2) Demonstrate the use of a map and compass.
4) Explain risk management for these trips, including safety precautions necessary.
5) Evaluate your experience.

Purpose: Demonstrate ability to hike and camp in the outdoors in the winter.


1) Plan and conduct three winter activities, one of which must be an overnight camp.
2) Demonstrate appropriate gear suitable for winter camping.
3) Know signs and first aid for hypothermia, frostbite, snow blindness, wet clothing, and getting caught in a blizzard.
4) Prepare a winter survival kit.
5) Demonstrate knowledge of meals good for the winter activities.
6) Lay and light a fire.
7) Show how to avoid and what to do about the following:
- breaking through ice
- carbon monoxide poisoning
- frostbite
- becoming lost in winter conditions
- getting caught in a blizzard
- snow blindness
- skin stuck to cold metal
- hypothermia
- wet clothing

Purpose: To develop an interest in and skills about weather information.


1. Maintain an interest in weather by recording for a one month period the following weather data for a specific site:
a) maximum temperature
b) minimum temperature
c) total 24 hour precipitation
d) mean wind direction and speed
e) barometric pressure and tendency at the same time each day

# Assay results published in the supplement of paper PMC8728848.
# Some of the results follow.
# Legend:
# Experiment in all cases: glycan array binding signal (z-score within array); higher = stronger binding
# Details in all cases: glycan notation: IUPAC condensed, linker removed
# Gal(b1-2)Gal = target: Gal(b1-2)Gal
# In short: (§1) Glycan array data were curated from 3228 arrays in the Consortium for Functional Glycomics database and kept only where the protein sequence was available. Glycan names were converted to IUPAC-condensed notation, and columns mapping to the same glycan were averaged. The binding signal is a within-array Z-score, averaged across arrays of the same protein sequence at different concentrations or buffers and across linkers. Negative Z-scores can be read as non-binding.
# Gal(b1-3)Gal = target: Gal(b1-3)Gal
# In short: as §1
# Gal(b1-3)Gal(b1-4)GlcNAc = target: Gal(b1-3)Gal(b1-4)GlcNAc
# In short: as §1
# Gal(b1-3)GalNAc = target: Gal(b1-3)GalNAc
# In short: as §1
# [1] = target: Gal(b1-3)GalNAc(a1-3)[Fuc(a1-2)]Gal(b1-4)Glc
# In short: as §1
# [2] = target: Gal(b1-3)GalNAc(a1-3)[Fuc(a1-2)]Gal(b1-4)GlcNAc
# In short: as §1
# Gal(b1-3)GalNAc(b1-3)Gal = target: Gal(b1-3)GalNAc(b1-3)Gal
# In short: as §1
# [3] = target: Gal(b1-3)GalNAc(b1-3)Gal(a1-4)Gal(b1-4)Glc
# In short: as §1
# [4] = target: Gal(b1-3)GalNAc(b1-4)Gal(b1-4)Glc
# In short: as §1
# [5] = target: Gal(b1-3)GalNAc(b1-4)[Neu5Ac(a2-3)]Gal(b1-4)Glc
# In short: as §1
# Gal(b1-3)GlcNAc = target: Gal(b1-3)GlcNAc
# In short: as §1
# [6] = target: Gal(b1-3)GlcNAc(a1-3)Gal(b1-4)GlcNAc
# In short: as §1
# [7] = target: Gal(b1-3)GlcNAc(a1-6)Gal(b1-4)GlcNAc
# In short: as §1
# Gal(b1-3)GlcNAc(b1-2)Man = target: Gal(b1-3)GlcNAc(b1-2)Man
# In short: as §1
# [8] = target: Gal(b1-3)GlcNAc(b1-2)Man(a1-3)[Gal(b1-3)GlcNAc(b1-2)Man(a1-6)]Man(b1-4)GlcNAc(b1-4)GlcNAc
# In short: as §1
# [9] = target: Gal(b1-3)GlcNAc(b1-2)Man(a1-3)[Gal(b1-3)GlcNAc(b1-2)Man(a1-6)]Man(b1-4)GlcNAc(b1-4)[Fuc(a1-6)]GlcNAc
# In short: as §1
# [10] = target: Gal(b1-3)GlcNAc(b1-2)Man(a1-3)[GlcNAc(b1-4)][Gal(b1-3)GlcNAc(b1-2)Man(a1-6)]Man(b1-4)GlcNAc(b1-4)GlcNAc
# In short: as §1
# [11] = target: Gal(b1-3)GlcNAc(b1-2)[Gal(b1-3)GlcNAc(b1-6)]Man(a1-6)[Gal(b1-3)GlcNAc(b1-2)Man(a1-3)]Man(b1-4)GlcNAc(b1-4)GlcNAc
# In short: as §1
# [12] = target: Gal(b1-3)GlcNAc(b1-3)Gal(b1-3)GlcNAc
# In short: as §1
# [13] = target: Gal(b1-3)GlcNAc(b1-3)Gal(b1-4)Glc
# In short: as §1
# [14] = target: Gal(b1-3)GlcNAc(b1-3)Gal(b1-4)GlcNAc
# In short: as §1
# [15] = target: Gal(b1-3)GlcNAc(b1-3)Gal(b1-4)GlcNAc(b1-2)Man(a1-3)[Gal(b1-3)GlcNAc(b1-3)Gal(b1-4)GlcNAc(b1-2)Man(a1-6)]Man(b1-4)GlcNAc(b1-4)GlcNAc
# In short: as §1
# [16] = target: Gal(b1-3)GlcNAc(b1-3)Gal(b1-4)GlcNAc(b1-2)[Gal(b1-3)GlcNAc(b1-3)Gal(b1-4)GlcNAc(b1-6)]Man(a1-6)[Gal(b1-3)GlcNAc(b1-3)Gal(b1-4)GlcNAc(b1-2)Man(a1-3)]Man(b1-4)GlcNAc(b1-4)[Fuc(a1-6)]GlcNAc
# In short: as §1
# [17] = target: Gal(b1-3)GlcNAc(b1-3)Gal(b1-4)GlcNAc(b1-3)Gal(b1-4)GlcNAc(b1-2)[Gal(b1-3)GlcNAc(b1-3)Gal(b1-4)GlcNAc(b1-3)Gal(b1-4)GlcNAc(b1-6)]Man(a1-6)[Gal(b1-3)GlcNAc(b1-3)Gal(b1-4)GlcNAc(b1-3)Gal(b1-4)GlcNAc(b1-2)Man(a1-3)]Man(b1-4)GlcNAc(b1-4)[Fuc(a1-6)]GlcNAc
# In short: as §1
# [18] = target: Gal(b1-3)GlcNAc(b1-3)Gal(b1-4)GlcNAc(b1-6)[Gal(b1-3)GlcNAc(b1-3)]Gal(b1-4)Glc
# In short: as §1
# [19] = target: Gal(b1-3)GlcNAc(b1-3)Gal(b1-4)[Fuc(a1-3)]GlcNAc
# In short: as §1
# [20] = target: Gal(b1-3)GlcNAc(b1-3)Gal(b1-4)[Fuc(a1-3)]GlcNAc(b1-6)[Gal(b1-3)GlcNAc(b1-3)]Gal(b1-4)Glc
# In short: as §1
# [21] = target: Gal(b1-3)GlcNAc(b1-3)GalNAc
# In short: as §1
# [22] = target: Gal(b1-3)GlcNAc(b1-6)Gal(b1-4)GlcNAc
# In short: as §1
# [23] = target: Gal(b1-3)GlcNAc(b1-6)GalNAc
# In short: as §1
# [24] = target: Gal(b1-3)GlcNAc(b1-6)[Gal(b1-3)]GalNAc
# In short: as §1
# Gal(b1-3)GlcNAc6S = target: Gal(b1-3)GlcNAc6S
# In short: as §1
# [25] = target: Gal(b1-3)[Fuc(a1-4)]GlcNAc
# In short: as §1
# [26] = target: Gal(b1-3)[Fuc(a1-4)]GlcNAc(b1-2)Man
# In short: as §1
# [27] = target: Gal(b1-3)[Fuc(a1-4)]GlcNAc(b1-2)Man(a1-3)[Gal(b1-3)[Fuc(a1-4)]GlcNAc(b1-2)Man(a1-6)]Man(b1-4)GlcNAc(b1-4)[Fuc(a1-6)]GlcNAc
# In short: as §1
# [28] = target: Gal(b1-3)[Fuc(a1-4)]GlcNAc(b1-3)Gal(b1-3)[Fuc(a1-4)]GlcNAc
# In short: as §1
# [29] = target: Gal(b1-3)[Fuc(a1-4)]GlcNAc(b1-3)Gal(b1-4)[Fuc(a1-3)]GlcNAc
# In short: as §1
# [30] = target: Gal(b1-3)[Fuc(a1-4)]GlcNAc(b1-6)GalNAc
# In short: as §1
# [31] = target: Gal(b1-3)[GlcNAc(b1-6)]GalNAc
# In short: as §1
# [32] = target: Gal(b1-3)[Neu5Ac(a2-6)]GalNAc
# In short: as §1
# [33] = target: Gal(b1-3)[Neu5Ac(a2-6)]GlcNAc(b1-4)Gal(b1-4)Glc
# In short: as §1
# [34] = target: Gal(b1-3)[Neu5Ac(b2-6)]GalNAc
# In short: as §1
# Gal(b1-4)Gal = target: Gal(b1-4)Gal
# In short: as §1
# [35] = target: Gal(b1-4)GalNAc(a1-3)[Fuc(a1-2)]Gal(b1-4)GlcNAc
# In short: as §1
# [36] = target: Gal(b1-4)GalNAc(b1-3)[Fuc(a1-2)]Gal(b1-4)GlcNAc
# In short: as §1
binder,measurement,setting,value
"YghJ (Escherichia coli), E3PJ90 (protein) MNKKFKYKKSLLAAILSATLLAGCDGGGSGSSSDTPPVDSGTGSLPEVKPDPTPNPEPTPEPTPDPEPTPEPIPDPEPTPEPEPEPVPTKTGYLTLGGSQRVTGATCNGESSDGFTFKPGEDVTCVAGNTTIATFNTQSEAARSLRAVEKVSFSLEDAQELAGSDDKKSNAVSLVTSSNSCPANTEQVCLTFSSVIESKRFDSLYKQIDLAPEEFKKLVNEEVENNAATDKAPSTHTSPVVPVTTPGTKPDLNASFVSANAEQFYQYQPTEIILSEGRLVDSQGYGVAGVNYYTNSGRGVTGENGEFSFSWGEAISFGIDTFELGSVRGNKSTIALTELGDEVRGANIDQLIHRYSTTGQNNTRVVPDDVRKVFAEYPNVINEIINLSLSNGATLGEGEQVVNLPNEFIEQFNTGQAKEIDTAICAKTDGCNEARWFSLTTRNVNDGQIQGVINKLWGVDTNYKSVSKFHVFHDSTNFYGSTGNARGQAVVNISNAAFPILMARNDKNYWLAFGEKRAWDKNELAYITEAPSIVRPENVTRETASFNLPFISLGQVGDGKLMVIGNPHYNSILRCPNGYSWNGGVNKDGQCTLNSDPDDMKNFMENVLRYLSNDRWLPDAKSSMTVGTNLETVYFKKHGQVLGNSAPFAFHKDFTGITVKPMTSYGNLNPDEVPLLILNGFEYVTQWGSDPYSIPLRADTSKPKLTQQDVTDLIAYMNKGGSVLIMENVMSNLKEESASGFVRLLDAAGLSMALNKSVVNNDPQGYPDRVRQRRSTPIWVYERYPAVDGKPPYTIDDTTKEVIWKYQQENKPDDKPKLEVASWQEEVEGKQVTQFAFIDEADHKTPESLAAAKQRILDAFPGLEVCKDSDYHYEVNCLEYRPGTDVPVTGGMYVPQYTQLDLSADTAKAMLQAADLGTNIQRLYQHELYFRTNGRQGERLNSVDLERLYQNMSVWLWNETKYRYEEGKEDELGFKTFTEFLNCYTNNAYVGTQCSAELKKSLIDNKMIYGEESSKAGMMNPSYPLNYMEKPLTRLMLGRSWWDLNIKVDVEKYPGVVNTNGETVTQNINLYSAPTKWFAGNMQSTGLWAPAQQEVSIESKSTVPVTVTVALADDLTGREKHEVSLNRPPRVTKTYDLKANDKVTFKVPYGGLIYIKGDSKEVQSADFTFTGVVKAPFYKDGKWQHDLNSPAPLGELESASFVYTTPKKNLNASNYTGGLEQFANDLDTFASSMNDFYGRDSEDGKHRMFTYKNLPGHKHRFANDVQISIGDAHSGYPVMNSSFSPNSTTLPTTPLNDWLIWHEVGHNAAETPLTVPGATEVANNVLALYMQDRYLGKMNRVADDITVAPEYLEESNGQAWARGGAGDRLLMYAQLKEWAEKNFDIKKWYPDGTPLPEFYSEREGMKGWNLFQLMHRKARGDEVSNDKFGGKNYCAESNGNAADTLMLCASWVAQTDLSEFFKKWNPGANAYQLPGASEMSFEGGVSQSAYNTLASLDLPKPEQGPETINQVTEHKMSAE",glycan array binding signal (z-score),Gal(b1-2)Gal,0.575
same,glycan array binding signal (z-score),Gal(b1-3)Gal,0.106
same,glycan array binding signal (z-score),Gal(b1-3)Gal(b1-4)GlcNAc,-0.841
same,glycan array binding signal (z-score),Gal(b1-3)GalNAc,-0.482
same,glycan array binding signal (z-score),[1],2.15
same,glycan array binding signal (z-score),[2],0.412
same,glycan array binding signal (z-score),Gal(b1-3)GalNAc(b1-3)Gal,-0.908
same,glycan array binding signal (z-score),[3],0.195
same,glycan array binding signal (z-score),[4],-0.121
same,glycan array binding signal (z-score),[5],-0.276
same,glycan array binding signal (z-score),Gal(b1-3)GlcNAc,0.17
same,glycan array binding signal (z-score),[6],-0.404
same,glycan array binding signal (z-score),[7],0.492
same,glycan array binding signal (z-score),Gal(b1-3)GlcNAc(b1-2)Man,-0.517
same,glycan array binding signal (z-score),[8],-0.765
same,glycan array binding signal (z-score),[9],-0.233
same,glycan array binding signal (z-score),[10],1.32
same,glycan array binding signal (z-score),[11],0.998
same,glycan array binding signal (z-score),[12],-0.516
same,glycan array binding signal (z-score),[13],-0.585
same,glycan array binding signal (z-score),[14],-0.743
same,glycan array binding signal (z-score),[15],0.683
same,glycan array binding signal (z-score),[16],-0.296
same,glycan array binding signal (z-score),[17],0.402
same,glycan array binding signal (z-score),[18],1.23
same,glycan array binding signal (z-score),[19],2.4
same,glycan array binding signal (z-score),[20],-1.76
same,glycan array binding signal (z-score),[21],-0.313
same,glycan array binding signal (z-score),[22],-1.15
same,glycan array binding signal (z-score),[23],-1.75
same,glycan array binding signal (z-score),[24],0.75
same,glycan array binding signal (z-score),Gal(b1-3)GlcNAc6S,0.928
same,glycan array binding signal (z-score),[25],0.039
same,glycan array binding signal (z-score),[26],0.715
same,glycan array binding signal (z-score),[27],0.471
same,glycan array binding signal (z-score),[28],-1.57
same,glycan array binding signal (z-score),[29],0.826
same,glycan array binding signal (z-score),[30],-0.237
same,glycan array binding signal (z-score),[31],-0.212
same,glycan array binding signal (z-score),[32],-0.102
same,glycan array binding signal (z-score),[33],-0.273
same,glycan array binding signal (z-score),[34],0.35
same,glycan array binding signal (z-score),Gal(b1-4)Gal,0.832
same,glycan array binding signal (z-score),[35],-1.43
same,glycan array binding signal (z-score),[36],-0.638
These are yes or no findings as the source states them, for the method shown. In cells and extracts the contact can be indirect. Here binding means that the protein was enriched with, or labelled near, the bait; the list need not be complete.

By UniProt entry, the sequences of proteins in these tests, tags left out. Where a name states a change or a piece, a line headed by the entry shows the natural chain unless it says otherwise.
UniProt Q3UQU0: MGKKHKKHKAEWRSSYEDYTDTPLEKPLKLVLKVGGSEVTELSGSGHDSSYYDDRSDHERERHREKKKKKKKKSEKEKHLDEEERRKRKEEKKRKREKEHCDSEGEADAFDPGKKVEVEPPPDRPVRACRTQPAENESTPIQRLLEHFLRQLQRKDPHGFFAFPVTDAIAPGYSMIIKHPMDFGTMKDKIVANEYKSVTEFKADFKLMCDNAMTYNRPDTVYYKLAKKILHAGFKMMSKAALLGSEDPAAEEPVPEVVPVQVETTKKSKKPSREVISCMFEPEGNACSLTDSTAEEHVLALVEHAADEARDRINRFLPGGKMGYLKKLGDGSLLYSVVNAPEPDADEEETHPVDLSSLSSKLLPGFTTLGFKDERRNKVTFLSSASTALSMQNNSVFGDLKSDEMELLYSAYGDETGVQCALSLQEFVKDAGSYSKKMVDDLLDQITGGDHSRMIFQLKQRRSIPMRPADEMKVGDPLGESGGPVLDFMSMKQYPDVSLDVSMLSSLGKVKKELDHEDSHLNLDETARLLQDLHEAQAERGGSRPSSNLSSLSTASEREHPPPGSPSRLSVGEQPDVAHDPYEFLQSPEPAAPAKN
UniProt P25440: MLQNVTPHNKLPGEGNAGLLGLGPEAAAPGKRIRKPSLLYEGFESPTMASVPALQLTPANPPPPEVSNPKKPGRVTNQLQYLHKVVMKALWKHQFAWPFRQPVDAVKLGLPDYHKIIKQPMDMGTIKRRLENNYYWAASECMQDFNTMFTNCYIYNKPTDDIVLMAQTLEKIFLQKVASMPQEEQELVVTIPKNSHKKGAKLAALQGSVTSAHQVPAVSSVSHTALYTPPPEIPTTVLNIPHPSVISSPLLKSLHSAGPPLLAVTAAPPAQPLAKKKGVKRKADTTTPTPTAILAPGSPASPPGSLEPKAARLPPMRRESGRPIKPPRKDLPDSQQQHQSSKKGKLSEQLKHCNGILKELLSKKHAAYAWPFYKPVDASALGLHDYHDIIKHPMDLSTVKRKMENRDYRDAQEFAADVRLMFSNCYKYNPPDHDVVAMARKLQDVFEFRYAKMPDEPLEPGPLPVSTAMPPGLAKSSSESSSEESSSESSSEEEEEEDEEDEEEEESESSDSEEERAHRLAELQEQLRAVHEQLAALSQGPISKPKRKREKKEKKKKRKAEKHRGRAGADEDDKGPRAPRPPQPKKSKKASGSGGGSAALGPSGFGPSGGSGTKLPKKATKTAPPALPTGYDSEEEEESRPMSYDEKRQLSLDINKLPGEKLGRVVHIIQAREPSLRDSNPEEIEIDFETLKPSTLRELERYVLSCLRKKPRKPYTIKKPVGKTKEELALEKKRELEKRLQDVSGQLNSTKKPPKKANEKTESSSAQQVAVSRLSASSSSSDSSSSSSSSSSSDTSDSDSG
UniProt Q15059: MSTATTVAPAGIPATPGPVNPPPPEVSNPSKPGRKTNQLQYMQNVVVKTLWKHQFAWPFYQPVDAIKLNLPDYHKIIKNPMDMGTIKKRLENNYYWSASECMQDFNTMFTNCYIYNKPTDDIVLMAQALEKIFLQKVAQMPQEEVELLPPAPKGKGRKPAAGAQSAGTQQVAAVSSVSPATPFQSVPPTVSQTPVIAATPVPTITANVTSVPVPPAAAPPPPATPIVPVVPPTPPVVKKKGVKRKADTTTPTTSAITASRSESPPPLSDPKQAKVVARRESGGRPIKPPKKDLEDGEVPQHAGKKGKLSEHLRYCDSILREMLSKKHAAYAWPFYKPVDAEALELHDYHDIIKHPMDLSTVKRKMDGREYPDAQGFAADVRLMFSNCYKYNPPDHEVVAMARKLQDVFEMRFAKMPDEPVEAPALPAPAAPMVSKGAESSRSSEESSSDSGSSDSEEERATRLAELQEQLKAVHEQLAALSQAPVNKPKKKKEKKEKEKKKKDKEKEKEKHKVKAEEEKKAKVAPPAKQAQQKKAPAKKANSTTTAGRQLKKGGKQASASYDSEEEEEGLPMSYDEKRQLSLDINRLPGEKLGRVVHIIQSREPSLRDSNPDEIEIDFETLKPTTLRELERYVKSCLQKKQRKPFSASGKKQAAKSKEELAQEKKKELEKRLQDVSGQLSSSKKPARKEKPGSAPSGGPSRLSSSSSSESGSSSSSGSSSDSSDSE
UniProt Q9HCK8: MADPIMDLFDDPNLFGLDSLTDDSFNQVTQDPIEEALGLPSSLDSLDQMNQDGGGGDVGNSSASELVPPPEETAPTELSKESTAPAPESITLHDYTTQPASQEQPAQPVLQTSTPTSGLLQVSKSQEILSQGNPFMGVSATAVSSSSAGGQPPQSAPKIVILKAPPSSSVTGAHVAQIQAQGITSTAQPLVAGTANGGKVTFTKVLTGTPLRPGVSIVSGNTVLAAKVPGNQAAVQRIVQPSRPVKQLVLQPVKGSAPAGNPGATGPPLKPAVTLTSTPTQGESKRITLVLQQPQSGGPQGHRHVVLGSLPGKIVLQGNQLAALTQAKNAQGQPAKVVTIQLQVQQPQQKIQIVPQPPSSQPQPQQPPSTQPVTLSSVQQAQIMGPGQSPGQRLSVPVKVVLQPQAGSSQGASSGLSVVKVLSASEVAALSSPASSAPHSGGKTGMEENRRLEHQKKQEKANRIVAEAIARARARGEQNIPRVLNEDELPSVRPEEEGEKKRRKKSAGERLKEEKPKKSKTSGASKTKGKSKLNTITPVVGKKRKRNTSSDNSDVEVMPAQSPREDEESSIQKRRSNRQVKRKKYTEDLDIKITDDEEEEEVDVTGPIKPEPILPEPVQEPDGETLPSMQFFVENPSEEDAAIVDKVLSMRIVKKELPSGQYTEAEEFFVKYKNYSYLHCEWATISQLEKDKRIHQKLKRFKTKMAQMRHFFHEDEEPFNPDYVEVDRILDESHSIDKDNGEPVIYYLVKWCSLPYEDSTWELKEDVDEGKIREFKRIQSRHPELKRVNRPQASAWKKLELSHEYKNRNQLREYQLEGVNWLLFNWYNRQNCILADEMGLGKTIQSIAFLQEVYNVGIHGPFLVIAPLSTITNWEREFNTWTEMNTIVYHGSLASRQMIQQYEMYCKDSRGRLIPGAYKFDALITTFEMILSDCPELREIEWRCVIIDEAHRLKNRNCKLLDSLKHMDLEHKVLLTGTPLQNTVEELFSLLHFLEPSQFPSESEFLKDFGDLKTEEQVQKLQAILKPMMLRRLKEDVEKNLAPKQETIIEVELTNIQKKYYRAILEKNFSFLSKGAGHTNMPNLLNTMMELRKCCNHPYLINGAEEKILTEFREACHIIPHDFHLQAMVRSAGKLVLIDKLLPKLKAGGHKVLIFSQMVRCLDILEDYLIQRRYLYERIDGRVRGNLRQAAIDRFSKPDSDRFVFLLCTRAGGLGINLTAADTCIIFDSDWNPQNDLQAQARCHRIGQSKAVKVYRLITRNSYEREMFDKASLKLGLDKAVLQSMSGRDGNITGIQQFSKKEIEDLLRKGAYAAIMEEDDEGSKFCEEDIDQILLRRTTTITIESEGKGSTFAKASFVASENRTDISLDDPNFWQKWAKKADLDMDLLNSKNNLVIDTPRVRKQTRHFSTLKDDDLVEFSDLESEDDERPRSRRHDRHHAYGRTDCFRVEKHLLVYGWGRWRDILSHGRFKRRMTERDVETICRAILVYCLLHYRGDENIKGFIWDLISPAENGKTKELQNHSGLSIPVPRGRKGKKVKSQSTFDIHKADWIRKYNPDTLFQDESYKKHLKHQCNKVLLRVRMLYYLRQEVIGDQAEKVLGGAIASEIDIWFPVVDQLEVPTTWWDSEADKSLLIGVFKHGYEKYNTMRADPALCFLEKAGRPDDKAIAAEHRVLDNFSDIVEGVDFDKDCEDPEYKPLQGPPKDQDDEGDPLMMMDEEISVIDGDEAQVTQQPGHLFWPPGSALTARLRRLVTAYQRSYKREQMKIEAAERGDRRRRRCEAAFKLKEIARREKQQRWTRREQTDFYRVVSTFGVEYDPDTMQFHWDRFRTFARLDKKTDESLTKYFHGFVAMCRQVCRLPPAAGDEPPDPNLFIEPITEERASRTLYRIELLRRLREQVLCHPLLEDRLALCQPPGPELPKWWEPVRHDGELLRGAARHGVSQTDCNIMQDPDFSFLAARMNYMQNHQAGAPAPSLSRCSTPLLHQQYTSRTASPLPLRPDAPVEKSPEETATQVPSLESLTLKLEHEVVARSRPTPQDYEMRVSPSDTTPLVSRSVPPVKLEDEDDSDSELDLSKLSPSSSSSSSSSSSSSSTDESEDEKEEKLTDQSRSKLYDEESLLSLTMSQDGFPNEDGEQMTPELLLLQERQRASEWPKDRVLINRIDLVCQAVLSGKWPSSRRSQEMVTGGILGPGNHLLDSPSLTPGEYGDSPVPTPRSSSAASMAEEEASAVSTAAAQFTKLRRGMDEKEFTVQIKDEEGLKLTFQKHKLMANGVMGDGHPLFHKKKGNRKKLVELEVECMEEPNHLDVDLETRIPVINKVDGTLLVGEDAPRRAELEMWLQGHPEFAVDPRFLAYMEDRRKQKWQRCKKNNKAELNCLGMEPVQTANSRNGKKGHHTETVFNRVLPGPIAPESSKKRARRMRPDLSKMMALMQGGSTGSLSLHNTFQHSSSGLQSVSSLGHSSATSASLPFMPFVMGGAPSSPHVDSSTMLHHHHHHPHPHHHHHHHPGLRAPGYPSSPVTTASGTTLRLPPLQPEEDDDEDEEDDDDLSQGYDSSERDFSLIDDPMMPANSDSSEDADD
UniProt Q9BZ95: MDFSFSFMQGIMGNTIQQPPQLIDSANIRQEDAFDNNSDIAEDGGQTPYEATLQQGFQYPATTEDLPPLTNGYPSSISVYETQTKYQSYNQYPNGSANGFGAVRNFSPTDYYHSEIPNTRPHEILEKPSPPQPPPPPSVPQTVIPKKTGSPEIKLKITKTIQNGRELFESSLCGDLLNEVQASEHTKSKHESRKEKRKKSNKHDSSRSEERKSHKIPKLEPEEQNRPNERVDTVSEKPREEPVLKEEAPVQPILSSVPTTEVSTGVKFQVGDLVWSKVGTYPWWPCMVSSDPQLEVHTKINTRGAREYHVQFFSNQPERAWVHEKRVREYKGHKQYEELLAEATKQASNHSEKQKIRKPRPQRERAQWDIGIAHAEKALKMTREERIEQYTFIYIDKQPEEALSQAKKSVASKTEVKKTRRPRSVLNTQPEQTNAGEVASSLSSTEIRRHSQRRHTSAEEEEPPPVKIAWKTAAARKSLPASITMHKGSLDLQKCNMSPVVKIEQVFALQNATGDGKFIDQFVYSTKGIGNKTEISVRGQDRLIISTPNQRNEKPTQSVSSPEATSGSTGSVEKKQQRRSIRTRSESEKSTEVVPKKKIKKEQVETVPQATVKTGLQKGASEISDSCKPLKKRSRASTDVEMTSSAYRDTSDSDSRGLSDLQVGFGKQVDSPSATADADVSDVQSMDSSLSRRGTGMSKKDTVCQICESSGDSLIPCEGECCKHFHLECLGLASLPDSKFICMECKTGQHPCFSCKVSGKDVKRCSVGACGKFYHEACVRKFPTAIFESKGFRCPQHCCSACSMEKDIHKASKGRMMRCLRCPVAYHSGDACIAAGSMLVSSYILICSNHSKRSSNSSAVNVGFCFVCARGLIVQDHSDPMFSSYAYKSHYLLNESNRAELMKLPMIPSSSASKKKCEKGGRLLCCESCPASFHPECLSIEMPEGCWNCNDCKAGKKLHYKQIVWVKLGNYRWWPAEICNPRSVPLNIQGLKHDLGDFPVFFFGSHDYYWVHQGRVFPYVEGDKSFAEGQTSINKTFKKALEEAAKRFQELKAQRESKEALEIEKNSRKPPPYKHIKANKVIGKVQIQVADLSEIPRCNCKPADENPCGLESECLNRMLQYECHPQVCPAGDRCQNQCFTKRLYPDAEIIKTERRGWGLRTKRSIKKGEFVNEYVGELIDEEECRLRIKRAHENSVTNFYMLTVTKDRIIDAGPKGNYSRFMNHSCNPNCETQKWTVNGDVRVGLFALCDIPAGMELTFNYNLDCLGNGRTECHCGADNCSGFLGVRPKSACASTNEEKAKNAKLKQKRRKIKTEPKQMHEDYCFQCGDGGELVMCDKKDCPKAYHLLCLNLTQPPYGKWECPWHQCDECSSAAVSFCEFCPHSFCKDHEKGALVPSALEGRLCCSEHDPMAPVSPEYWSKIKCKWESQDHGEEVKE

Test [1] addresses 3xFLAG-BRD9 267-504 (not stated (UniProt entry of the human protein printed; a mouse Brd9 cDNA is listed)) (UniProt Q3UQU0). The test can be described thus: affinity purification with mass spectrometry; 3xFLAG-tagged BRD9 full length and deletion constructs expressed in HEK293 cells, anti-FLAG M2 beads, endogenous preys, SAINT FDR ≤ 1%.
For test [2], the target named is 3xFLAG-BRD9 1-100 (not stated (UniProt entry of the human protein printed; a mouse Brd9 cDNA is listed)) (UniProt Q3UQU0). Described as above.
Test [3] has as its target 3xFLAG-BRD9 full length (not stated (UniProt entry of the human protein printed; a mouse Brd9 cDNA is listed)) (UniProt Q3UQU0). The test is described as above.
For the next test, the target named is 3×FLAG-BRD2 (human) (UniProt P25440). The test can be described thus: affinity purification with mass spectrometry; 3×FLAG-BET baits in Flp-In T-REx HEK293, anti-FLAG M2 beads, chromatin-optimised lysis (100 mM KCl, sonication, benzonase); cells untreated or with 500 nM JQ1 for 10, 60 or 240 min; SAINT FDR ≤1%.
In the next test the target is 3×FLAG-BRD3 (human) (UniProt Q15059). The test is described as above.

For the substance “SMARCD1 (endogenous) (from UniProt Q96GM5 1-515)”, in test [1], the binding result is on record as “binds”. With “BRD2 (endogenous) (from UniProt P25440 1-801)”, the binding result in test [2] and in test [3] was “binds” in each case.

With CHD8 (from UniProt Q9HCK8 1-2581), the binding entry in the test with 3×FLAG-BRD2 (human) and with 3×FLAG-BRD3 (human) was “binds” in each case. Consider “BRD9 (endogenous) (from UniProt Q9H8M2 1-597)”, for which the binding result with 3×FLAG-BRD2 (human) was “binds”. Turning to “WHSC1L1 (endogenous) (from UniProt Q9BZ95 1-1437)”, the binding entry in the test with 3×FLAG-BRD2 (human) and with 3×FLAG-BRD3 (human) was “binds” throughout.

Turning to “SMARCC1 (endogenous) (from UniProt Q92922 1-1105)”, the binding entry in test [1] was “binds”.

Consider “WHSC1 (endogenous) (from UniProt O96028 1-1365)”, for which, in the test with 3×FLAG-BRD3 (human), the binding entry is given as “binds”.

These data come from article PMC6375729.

f) brief description of the weather for the day
2. Using a current weather map such as is found in a newspaper (or other source):
a) Identify and label a high pressure area; a low pressure area; a warm front; and a cold front
b) For each of the four above, point out one station that exhibits typical weather
c) Point out one station where the wind direction clearly shows Buys-Ballots Law and the speed related to the pressure gradient.
3. For any two of the following, what advice would you give to your Patrol if the forecast indicated you could expect this type of weather where you are planning to go:
a) Lake-effect snow
b) Chinook winds
c) Blizzard or high wind chill values
d) Tornado
e) Water spouts
f) Dust devils
g) Nor'easter winds in Atlantic Canada
4. For two outdoor outings by your patrol or troop: a) provide a weather forecast to your patrol/troop for the area of the event (use an official forecast from radio, TV, Newspaper, Internet etc.)
b) advise members of the equipment required because of the forecast
c) maintain a weather log of temperature, precipitation and wind during the outing. There should be at least 6 observations per day.
d) report to your patrol/troop the affect of the weather on the outing.



Advanced Tripping



Water Tripping

Purpose: Demonstrate extended lightweight camping skills by participating in Lightweight Camping, Long Distance Hiking, or Extended Tripping.


1) Complete twelve (12) nights of camping with at least two (2) three night camping experiences. These must provide the opportunity to demonstrate advanced lightweight skills.